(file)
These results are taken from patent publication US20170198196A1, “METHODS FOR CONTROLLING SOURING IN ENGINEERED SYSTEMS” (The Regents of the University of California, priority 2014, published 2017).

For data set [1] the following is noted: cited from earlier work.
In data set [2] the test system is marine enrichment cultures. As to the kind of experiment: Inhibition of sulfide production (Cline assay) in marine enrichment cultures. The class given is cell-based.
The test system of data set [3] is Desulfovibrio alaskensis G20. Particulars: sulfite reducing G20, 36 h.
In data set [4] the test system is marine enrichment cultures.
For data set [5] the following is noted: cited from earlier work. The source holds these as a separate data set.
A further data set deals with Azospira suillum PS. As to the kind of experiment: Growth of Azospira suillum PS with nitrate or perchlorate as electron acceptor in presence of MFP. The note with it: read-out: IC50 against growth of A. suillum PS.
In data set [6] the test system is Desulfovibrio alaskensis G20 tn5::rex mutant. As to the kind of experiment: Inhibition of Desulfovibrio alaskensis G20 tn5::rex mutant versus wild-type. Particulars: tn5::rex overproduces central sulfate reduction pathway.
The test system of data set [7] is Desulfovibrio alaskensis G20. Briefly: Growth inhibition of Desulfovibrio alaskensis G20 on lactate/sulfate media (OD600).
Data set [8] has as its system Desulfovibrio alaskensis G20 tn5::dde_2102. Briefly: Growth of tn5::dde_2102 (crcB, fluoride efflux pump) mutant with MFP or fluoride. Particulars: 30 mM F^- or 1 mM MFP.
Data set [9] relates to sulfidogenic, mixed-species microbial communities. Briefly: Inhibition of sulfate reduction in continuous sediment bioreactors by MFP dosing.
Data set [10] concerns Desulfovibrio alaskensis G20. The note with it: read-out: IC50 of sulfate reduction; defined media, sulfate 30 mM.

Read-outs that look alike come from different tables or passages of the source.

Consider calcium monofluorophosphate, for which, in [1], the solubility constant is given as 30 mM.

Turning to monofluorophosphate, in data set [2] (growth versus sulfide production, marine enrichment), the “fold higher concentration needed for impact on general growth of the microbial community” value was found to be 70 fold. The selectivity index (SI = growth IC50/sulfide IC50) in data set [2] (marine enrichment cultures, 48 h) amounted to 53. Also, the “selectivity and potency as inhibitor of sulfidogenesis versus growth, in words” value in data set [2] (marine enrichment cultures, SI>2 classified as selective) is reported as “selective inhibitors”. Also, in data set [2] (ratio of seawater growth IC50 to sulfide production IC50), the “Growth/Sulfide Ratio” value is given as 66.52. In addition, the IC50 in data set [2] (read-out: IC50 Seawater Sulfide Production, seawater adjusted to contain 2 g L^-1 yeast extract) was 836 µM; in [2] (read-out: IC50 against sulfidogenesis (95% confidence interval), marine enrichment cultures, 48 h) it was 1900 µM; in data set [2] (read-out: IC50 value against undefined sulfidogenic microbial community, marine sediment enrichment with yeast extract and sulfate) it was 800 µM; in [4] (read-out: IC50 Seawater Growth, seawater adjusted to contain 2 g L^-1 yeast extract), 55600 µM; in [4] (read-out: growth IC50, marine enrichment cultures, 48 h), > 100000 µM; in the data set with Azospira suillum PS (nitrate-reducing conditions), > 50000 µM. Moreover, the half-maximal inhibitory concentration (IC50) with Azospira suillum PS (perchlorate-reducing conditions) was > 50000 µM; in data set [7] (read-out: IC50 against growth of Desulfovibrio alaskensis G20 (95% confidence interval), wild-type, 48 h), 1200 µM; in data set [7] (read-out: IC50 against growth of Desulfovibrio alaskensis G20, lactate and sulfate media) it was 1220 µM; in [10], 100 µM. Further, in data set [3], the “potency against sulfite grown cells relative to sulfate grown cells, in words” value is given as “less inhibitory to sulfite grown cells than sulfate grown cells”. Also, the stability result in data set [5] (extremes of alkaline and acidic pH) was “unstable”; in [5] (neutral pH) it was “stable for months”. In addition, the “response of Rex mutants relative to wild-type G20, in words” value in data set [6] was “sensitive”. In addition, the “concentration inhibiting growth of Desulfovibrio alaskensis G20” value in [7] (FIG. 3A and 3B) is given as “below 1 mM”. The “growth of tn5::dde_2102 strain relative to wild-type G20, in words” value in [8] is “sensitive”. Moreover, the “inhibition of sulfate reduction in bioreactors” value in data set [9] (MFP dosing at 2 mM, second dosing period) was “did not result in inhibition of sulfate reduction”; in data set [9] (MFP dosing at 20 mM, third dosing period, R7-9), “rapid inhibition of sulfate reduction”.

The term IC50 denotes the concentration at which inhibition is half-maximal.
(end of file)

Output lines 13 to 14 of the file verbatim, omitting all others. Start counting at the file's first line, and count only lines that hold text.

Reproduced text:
Read-outs that look alike come from different tables or passages of the source.

Consider calcium monofluorophosphate, for which, in [1], the solubility constant is given as 30 mM.